and/or
combined
with
 other
graphics
to
create
the
art
you
see
here.
 
 
 Exercise
#2b:
What
shapes
were
used
to
construct
 the
graphic
on
the
right?
 
 Exercise
#2c:
Use
the
Shapes
button
to
make
a
 graphic
of
your
own.
 Lesson
#3:
Combine
several
images
or
shapes;
make
a
collage!
 Exercise
#3a:
Make
an
image
for
a
presentation
called
“Email
Safety:
Avoiding
 Emotional
Injury
in
the
Workplace”.
 1. Search
Microsoft
Online
for
the
photos
pictured
on
the
 right
and
place
checkmarks
next
to
them.
 2. Add
these
images
to
your
Clip
Art
gallery.
 3. Insert
the
hard
hat
first.
 4. Select
the
Picture
and
the
Picture
Tools
Format
tab
will
 appear
on
the
Ribbon.
 5. Click
on
the
Format
tab.
 Last
printed
1/7/10
2:45
PM

    • Page
3
of
3
 6. Under
Picture
Styles,
choose
Rotated,
White.

The
image
will
be
rotated
 with
a
thick
white
border.

(If
the
border
seems
too
thick,
undo,
make
the
 image
larger,
and
try
again.)
 7. Now
insert
the
@
symbol.


 8. Select
the
Picture
and
choose
FormatPicture
StylesSoft
Edge
Oval
 Picture
Style.

The
image
will
be
cropped
around
the
@
symbol.
 9. Drag
the
symbol
on
top
of
the
hard
hat
(resizing
and
rotating
if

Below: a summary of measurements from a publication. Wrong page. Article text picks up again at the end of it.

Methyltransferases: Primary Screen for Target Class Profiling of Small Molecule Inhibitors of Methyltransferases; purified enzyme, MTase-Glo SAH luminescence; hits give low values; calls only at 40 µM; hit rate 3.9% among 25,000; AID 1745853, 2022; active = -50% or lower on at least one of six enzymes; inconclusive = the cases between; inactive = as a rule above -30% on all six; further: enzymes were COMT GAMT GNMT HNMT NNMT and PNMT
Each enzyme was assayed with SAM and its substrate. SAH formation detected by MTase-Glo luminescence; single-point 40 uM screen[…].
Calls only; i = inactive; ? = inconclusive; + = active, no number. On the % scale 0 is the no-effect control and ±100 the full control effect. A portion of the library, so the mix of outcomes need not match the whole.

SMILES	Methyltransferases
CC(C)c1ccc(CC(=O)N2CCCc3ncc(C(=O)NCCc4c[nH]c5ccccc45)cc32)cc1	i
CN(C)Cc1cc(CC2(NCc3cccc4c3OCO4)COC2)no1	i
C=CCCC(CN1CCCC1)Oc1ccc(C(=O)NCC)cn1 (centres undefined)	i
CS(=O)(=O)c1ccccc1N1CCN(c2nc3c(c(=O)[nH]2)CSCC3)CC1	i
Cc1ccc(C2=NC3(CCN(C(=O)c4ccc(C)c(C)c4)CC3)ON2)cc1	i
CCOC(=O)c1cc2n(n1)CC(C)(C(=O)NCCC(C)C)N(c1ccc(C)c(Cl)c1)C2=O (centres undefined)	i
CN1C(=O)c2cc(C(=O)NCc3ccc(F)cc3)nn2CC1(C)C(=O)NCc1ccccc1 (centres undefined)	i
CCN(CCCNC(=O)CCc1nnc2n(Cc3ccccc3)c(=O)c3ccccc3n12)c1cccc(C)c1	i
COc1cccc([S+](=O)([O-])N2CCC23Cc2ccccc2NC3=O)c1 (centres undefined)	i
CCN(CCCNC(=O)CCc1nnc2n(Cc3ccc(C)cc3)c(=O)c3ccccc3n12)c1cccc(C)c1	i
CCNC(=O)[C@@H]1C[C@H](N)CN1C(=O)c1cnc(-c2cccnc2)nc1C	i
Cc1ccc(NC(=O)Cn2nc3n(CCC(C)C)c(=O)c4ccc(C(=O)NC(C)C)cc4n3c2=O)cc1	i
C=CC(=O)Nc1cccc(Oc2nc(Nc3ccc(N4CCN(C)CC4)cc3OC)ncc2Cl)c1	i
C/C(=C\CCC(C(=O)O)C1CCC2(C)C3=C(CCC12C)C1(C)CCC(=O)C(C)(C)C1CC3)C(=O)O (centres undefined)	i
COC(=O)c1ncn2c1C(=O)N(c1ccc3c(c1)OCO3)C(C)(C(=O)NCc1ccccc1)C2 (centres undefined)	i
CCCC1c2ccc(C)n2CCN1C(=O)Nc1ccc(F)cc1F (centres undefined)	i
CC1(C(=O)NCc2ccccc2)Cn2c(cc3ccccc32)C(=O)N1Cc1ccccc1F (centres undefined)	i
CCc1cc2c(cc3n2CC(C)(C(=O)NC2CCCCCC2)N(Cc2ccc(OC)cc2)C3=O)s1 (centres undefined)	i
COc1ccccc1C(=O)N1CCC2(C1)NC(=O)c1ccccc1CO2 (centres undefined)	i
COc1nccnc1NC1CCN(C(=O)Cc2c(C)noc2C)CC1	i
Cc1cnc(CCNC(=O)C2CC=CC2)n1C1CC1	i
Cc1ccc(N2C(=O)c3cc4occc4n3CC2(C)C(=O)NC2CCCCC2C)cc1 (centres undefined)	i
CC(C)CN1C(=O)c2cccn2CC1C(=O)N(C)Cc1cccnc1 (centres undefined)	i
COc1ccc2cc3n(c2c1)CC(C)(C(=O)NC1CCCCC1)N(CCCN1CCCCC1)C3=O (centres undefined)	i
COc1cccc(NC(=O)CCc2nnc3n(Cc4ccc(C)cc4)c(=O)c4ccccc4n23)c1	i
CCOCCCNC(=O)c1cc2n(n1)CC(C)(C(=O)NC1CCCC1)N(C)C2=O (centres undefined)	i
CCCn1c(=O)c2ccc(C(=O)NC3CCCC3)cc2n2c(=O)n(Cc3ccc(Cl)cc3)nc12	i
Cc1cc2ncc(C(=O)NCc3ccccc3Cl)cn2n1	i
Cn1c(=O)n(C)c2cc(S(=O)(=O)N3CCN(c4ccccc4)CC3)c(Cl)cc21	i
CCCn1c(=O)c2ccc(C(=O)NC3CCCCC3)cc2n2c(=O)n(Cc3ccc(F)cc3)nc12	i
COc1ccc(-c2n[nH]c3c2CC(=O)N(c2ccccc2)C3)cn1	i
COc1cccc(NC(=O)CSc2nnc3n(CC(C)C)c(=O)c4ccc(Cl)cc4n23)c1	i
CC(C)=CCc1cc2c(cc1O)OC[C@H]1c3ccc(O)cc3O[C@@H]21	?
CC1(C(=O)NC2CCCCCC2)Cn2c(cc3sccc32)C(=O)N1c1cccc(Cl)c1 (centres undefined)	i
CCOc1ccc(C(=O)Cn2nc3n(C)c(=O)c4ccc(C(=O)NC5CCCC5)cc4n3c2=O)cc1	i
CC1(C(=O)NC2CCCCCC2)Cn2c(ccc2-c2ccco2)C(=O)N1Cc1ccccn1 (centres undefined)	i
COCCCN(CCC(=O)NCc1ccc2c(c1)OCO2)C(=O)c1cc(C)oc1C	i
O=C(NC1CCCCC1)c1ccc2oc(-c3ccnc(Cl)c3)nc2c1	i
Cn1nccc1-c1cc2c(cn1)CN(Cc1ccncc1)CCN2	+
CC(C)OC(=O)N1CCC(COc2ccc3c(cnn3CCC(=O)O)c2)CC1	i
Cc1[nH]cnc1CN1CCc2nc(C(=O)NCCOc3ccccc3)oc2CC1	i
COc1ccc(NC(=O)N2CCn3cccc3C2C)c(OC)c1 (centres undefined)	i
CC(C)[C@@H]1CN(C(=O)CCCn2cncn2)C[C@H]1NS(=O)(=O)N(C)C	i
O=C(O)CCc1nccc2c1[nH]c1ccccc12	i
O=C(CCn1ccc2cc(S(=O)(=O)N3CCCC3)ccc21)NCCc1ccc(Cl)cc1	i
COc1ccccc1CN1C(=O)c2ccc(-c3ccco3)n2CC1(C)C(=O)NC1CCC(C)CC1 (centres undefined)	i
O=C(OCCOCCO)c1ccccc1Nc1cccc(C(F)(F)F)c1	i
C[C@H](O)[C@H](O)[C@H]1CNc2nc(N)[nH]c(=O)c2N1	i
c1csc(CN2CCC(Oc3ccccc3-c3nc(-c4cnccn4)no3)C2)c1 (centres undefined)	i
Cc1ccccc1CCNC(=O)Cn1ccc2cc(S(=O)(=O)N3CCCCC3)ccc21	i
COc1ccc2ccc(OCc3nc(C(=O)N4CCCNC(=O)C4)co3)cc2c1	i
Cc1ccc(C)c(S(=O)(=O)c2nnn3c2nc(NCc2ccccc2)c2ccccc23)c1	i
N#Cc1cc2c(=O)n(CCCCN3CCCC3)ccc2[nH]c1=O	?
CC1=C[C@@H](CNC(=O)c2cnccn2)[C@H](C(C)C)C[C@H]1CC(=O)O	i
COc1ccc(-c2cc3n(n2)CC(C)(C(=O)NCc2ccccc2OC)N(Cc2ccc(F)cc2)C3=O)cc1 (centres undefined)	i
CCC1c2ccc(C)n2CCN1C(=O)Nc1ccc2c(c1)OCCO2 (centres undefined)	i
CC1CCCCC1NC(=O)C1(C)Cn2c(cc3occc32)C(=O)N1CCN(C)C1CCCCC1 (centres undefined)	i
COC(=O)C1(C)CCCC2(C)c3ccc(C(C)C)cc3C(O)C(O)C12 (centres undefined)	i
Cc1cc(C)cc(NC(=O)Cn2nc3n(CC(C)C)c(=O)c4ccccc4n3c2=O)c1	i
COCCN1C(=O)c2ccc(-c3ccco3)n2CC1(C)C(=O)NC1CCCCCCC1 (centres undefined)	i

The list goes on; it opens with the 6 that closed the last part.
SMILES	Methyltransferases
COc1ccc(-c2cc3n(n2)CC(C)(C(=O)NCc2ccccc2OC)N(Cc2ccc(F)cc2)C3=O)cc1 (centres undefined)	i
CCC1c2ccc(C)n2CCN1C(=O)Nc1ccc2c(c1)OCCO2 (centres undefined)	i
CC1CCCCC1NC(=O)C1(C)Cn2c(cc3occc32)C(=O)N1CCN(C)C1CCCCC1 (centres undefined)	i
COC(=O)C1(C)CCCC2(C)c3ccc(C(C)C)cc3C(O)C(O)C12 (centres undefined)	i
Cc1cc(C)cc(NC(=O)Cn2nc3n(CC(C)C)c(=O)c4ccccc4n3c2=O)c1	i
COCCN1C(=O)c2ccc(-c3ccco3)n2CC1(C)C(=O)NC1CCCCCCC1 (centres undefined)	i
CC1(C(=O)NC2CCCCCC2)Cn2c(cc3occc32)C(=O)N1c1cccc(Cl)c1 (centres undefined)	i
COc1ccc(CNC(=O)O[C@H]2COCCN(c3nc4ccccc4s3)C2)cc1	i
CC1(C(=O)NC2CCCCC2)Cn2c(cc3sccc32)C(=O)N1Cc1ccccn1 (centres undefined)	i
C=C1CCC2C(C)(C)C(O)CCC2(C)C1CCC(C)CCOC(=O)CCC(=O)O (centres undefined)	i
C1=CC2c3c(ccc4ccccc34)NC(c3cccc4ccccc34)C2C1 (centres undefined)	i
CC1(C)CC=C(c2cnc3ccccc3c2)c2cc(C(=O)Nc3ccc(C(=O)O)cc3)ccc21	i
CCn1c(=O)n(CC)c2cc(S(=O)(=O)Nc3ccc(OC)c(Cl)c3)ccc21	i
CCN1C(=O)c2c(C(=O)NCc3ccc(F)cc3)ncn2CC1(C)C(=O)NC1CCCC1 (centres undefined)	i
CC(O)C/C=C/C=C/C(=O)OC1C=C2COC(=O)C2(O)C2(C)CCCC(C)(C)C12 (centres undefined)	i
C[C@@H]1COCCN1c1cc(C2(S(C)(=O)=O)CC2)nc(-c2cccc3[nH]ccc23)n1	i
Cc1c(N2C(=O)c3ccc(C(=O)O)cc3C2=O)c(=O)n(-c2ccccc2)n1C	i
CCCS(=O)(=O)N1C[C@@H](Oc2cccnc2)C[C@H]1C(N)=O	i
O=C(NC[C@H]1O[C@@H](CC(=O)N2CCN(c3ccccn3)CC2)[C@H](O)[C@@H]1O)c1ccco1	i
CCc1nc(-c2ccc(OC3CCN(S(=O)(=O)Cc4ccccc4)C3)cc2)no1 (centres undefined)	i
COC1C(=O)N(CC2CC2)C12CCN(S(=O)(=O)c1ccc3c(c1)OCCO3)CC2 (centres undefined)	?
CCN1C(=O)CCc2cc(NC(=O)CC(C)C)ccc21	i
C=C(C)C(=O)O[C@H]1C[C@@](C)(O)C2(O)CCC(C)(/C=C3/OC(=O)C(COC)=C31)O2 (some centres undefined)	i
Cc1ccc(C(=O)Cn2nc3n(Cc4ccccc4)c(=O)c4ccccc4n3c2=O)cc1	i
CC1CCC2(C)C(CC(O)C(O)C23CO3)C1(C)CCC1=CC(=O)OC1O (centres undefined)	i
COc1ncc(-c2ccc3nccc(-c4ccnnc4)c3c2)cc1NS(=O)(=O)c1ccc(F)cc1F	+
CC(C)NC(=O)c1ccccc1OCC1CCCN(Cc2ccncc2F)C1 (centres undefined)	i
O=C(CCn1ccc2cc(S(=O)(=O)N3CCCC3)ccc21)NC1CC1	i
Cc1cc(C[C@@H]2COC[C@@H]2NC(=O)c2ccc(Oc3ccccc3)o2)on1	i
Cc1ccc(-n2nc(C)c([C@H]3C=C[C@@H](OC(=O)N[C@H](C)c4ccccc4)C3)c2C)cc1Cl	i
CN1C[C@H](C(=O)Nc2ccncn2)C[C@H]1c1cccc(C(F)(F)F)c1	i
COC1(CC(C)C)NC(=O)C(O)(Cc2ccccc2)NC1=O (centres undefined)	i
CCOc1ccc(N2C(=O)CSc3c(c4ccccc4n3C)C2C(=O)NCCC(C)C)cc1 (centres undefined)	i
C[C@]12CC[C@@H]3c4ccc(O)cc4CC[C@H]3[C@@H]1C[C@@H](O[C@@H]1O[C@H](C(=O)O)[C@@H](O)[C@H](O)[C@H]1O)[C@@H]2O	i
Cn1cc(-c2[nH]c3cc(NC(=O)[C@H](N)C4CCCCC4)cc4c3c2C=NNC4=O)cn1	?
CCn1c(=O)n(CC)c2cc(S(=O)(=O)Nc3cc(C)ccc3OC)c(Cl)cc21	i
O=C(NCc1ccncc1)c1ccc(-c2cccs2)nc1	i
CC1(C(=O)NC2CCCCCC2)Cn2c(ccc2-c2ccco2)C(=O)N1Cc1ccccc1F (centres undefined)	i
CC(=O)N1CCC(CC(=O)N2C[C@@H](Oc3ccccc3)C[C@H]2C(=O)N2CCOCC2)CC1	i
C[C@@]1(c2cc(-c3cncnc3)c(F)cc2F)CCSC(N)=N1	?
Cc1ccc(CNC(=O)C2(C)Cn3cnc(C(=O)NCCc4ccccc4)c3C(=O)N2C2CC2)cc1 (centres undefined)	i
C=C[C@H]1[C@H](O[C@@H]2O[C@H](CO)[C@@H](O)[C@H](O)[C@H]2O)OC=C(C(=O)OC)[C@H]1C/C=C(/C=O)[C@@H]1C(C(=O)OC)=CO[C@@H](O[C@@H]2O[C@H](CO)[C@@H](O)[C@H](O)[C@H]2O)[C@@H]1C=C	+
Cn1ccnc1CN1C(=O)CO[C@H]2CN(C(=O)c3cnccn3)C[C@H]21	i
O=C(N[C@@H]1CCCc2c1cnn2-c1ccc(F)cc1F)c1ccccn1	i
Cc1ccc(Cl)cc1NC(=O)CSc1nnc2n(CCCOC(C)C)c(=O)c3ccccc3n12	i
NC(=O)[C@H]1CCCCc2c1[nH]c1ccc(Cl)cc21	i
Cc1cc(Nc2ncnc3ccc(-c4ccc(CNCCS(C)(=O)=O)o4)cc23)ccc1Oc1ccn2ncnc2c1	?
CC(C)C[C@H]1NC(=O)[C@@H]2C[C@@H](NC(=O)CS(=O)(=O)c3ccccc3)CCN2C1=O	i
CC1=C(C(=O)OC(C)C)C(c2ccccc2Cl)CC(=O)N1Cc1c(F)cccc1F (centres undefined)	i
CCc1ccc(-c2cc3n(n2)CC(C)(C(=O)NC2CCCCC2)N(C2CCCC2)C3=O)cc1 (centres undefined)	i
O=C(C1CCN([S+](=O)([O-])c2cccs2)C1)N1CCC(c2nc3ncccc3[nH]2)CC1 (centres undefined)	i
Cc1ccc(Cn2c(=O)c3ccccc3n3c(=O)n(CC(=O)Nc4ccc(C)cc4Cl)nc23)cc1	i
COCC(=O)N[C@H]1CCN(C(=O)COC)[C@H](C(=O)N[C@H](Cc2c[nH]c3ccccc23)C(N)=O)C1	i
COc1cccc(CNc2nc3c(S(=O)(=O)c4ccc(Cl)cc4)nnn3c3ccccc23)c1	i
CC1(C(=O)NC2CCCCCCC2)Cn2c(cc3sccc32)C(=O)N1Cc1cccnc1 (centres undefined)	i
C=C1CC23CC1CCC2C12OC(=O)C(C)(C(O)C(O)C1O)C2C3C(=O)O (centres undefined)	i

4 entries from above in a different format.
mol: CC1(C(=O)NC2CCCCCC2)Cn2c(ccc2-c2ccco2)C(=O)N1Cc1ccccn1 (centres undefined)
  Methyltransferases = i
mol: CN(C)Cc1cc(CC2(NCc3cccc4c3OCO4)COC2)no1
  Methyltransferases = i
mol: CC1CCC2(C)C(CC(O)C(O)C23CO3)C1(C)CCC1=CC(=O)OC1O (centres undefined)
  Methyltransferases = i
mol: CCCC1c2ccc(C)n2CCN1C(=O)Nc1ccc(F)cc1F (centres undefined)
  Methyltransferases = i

necessary)
 and
Group
the
two
together.

You
will
have
a
new
email
safety
graphic.
 
 TIP:
For
quick
and
easy
formatting
of
pictures
and
ClipArt,
you
can
use
the
 Format
tab’s
Picture
Styles.

You
can
use
Picture
Shape
(to
the
right)
to
 change
the
shape,
and/or
Picture
Border
to
add
a
border
as
well.

The
 Picture
Effects
button
has
quick
special
effects
that
will
be
discussed
in
the
 next
section.
 If
you
would
like
detailed
formatting
options,
click
the
Format
Shape
 button
(lower
right‐hand
corner
of
Picture
Styles
group)
to
open
the
 Format
Shape
dialog.
 
 
 Exercise
#3b:
Look
at
your
Libraries
Discovery
Day
schedule
and
select
a
 presentation
title.

What
are
some
examples
of
images
could
you
combine
to
 represent
that
session?

 
 Lesson
#4:
When
you
have
an
abstract
idea,
add
WordArt
to
the
mix!
 
 Exercise
#4a:
Combine
images
and
WordArt
to
create
a
graphic
for
a
presentation
 on
leadership.